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The title of David O. Dowling’s fascinating history of the program, A Delicate Aggression: Savagery and Survival in the Iowa Writers’ Workshop, pretty much says it all. Meant to simulate the rigors of editorial and critical scrutiny in the publishing industry, the workshop environment creates competition and community, cooperation and rivalry. Focusing on some of the exceptional authors who have participated in the program - such as Flannery O’Connor, Dylan Thomas, Kurt Vonnegut, Jane Smiley, Sandra Cisneros, T. C. Boyle, and Marilynne Robinson - David Dowling examines how the Iowa Writers’ Workshop has shaped professional authorship and the course of American literature. This is a fascinating insight into one of the most critical cogs in the publishing-industrial complex (OK, we possibly just made that thing up) and will be a highly informative and entertaining evening.

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May
2
6:00 PM18:00

Kathryn Fishman-Weaver, May 2, 6:00 p.m.

We’re excited to welcome Dr. Kathryn Fishman-Weaver to Skylark on May 2. Dr. Fishman-Weaver is the author of Wholehearted Teaching of Gifted Young Women: Cultivating Courage, Connection, and Self-Care in Schools. This important book explores the critical role school communities play in supporting the social and emotional needs of high-achieving young women. Using a youth participatory action research model, the book follows 20 student researchers from high school through college. This longitudinal study leads to "Wholehearted Teaching," a new framework for cultivating courage, connection, and self-care in schools. Framed with personal stories and filled with practical suggestions, Dr. Fishman-Weaver offers strategies for teachers, counselors, parents, and high-achieving young women as they navigate the precipice of youth and everything after.

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Kathryn Fishman-Weaver is an educator, author, and relentless optimist. She is passionate about community and strengths-based approaches to teaching, learning, and research. She is the author of Wholehearted Teaching of Gifted Young Women: Cultivating Courage, Connection, and Self-Care in Schools (2018). Her second book, When Your Child Learns Differently: A Family Approach for Navigating Special Education Services with Love and High Expectations, is scheduled for release later this year. Before becoming a nonfiction author, Kathryn’s first literary love was poetry and readers can hear that fondness for verse across her pages. One reviewer said “It is the rare work, such as this book by Dr. Fishman-Weaver that has the guts to interweave mind and heart and spirit into a tapestry of pure courage and hope.” Kathryn holds a faculty position in the College of Education where she serves as the Director of Academic Affairs for Mizzou K-12.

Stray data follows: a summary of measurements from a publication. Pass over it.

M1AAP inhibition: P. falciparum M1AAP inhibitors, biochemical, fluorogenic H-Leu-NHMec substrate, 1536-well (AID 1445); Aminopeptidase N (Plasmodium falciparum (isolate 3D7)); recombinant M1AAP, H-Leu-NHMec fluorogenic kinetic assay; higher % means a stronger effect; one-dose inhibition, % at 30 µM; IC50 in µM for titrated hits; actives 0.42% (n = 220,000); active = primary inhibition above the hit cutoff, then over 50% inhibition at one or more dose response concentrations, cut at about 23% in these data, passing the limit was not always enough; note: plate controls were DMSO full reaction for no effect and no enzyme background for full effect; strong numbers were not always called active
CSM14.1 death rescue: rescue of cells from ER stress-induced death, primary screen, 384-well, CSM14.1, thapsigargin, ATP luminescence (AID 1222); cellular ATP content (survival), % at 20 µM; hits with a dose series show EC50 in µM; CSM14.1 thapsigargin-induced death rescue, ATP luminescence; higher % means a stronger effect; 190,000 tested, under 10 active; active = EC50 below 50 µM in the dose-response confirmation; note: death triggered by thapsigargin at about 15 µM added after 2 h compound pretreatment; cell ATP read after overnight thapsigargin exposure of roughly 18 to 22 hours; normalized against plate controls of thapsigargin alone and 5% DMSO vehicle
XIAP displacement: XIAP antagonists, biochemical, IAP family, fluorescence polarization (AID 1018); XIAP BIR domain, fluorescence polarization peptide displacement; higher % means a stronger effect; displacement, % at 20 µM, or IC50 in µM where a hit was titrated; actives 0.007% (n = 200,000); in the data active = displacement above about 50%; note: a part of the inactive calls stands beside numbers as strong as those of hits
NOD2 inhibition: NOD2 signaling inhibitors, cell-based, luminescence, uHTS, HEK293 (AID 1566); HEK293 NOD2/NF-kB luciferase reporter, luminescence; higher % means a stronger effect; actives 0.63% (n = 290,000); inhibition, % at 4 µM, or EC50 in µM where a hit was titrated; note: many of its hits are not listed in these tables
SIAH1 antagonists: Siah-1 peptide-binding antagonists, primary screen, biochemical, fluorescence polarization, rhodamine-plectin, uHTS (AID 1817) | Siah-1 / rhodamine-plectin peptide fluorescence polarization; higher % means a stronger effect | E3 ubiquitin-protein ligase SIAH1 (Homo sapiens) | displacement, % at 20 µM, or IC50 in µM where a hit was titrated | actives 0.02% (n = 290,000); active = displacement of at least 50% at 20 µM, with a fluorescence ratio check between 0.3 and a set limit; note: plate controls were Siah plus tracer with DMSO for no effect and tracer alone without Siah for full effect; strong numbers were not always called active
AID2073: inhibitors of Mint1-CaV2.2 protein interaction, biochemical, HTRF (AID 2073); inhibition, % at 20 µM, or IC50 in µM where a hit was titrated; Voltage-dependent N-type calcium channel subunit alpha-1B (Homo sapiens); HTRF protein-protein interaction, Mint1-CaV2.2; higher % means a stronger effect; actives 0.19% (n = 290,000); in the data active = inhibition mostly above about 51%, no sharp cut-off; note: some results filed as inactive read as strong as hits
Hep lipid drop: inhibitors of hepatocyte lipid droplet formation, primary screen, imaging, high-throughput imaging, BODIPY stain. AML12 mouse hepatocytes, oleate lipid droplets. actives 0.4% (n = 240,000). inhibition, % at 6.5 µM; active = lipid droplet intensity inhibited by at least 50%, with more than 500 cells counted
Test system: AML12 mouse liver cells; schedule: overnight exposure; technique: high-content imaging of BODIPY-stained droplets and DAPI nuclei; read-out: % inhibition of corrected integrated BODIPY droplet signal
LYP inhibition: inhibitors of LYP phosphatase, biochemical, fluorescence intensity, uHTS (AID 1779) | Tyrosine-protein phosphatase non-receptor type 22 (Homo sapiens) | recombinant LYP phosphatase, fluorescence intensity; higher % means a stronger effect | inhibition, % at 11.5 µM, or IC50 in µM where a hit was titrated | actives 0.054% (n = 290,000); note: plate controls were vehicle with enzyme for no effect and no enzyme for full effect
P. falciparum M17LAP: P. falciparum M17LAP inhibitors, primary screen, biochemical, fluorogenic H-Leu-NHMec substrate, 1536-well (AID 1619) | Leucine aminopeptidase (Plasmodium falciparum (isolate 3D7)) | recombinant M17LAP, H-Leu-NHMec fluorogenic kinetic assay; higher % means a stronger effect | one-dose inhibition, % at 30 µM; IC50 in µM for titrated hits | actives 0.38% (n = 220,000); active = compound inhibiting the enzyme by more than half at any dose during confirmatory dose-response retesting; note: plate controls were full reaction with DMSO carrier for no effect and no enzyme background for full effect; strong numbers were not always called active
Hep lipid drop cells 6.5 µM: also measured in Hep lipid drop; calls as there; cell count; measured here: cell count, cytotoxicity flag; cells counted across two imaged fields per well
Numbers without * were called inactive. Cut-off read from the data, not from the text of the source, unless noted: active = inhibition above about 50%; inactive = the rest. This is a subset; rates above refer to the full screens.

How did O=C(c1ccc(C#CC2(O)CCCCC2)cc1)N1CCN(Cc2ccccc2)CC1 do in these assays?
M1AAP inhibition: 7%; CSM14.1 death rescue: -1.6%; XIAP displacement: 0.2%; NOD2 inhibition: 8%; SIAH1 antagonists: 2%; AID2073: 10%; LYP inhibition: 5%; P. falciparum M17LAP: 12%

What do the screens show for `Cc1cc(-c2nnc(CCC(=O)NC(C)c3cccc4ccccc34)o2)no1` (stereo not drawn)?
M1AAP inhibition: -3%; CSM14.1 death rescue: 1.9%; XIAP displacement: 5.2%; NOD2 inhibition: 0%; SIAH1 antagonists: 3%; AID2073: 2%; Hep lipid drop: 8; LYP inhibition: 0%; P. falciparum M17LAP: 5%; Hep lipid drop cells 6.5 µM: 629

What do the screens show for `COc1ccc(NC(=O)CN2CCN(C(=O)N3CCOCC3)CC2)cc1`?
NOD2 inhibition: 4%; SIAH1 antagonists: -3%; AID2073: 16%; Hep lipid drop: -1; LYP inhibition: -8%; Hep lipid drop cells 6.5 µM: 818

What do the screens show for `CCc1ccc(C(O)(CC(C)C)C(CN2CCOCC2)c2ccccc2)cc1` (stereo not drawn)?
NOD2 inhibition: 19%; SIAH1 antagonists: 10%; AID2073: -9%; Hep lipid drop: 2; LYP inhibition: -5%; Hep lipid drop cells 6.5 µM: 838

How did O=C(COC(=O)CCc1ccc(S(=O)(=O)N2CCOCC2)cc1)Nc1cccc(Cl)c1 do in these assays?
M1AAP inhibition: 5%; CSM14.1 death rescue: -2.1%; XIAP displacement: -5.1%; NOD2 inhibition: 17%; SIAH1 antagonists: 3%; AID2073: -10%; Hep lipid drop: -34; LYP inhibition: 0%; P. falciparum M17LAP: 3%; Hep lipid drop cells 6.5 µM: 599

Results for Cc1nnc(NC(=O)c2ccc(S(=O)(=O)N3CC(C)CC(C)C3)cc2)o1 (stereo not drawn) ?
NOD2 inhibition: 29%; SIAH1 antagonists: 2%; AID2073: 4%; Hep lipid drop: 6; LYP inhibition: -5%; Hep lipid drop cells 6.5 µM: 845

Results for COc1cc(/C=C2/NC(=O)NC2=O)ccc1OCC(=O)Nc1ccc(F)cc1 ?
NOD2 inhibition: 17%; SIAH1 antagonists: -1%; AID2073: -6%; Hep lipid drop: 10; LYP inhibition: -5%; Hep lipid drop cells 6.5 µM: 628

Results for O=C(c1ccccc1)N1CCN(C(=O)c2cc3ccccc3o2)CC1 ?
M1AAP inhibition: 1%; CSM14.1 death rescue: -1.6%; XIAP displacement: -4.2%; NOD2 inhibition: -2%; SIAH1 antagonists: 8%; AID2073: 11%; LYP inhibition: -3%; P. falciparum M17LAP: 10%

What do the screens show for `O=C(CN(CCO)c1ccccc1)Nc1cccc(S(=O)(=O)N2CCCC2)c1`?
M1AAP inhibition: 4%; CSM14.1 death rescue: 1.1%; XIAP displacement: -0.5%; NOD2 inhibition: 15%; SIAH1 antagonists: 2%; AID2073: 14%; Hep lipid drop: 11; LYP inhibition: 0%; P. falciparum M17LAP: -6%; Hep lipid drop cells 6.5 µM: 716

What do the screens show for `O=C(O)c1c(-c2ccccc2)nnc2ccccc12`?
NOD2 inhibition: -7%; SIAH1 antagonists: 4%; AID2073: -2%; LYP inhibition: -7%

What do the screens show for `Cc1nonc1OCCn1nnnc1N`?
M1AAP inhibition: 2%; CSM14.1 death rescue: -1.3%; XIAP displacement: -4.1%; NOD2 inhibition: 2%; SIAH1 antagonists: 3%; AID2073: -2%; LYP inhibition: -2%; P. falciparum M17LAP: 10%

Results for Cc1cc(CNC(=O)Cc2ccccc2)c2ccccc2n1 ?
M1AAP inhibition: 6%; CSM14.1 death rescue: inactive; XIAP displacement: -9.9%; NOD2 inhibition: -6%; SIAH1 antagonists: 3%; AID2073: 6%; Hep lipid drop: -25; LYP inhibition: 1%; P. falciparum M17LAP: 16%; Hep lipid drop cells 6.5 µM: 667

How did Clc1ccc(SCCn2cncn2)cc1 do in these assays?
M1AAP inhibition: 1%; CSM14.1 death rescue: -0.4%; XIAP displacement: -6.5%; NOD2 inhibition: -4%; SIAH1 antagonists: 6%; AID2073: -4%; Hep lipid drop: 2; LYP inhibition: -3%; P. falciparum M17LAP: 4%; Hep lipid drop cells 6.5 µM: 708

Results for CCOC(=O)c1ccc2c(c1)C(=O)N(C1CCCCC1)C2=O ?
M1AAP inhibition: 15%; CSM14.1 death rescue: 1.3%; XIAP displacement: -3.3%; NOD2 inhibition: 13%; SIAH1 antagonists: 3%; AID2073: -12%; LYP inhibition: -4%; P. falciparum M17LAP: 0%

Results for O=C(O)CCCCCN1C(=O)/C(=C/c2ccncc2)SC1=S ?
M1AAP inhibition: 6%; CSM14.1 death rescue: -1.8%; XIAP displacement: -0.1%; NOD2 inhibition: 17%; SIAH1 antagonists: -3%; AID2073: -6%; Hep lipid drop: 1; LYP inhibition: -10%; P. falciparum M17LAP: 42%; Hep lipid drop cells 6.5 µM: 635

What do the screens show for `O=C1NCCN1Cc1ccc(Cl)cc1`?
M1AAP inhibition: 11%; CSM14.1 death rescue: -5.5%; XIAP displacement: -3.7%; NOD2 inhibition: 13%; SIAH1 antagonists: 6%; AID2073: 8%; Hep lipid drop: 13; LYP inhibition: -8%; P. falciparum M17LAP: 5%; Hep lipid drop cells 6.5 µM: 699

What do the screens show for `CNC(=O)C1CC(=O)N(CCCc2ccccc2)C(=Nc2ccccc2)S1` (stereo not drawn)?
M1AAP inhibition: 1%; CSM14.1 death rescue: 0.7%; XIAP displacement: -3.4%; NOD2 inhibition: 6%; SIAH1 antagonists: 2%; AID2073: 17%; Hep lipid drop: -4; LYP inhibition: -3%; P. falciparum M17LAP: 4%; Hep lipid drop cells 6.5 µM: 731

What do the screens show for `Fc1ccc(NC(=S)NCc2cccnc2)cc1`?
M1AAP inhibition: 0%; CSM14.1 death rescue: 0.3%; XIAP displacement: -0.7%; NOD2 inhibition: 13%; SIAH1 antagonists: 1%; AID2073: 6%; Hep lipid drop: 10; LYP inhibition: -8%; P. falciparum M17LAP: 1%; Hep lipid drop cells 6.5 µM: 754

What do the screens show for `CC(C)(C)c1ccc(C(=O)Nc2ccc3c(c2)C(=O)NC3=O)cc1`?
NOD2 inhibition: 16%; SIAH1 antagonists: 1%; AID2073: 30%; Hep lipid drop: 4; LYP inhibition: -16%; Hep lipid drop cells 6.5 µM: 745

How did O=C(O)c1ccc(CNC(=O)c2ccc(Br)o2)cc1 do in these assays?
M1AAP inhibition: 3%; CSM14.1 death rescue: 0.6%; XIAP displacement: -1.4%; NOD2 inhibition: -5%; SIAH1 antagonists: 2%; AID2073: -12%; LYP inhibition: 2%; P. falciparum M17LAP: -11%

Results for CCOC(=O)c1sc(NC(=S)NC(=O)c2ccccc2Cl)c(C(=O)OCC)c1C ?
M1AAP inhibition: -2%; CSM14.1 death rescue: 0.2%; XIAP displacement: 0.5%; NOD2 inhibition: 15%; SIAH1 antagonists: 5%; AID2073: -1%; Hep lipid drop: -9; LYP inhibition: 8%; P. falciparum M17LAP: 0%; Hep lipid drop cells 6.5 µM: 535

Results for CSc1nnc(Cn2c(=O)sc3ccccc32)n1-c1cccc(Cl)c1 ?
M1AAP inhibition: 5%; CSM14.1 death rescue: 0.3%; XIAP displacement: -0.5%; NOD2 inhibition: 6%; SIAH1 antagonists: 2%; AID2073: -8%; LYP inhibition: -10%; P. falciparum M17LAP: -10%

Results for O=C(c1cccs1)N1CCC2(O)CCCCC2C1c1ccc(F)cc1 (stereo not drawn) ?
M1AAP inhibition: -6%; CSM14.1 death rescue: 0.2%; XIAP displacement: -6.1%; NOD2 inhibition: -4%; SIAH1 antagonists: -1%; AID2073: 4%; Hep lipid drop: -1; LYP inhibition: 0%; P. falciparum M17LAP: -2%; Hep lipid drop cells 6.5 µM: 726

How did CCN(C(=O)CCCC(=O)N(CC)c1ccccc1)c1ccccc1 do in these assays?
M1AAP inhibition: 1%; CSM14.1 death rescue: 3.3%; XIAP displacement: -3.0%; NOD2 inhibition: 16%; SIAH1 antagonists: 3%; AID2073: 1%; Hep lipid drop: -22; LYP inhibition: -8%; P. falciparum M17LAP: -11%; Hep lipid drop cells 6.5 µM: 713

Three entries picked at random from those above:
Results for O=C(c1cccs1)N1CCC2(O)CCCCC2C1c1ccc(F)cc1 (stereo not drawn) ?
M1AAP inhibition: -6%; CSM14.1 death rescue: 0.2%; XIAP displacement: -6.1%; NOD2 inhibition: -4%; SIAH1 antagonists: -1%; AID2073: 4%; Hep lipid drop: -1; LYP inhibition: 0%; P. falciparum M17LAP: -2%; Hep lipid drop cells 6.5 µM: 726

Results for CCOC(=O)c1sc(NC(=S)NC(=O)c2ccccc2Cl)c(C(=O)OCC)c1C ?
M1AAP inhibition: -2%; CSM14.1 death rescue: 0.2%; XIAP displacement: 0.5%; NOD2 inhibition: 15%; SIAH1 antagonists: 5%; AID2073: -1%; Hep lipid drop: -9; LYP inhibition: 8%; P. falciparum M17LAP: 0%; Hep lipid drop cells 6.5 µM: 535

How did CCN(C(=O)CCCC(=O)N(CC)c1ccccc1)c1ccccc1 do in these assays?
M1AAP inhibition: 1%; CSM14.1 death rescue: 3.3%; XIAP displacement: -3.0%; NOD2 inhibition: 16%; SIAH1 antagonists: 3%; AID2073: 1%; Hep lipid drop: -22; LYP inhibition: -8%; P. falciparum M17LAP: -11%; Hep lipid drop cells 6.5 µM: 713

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Apr
27
4:00 PM16:00

Samantha Fierke, April 27, 4:00 pm

Also as part of our Independent Bookstore Day celebrations, we’re pleased to present the jazz vocal stylings of one of Columbia’s finest young musicians, Samantha Fierke.

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Come and listen to Sam and her first-rate band as you browse our inventory, PLUS our huge selection of signed books by authors who attended last week’s Unbound Book Festival AND our selection of heavily-discounted hardcovers. Oh, and a bunch of exclusive stuff which will be available for sale on that day only. Next Saturday is also the District’s Spring Shop Hop, which means parking is free all day, and there’ll be a ton of stuff to do downtown.

See you there?

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Apr
24
6:00 PM18:00

Alison C. Rollins, April 24, 6:00 p.m.

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Never a dull moment around here, my goodness no. We’re thrilled to announce that award-winning poet, Alison C. Rollins, will be reading at the shop TOMORROW NIGHT AT 6:00 p.m.

Yes, that is very short notice. But opportunities like this don’t come along very often, and when they do, by golly you snap them up.

Born and raised in St. Louis city, Alison currently works as a Librarian for the School of the Art Institute of Chicago. She is a 2019 National Endowment for the Arts Literature fellow. Her poems have appeared or are forthcoming in American Poetry ReviewHayden’s Ferry ReviewMeridianMissouri ReviewThe OffingPoetryThe Poetry ReviewRiver StyxSolsticeTriQuarterlyTupelo QuarterlyVinyl, and elsewhere. A Cave Canem and Callaloo fellow, she is also a 2016 recipient of the Poetry Foundation’s Ruth Lilly and Dorothy Sargent Rosenberg Fellowship. In 2018 she was the recipient of a Rona Jaffe Writers' Award. Her debut poetry collection, Library of Small Catastrophes, is out today from Copper Canyon Press. We will have lots on hand if you would like a signed copy!

It’s still April, which means it’s still National Poetry Month. Come on out and listen to this rising star!

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Apr
17
6:00 PM18:00

Unbound Book Club - The Great Believers by Rebecca Makkai

Our final Unbound book club pick is also one of our favorites - THE GREAT BELIEVERS by Rebecca Makkai. It’s a dazzling new novel of friendship and redemption in the face of tragedy and loss set in 1980s Chicago and contemporary Paris.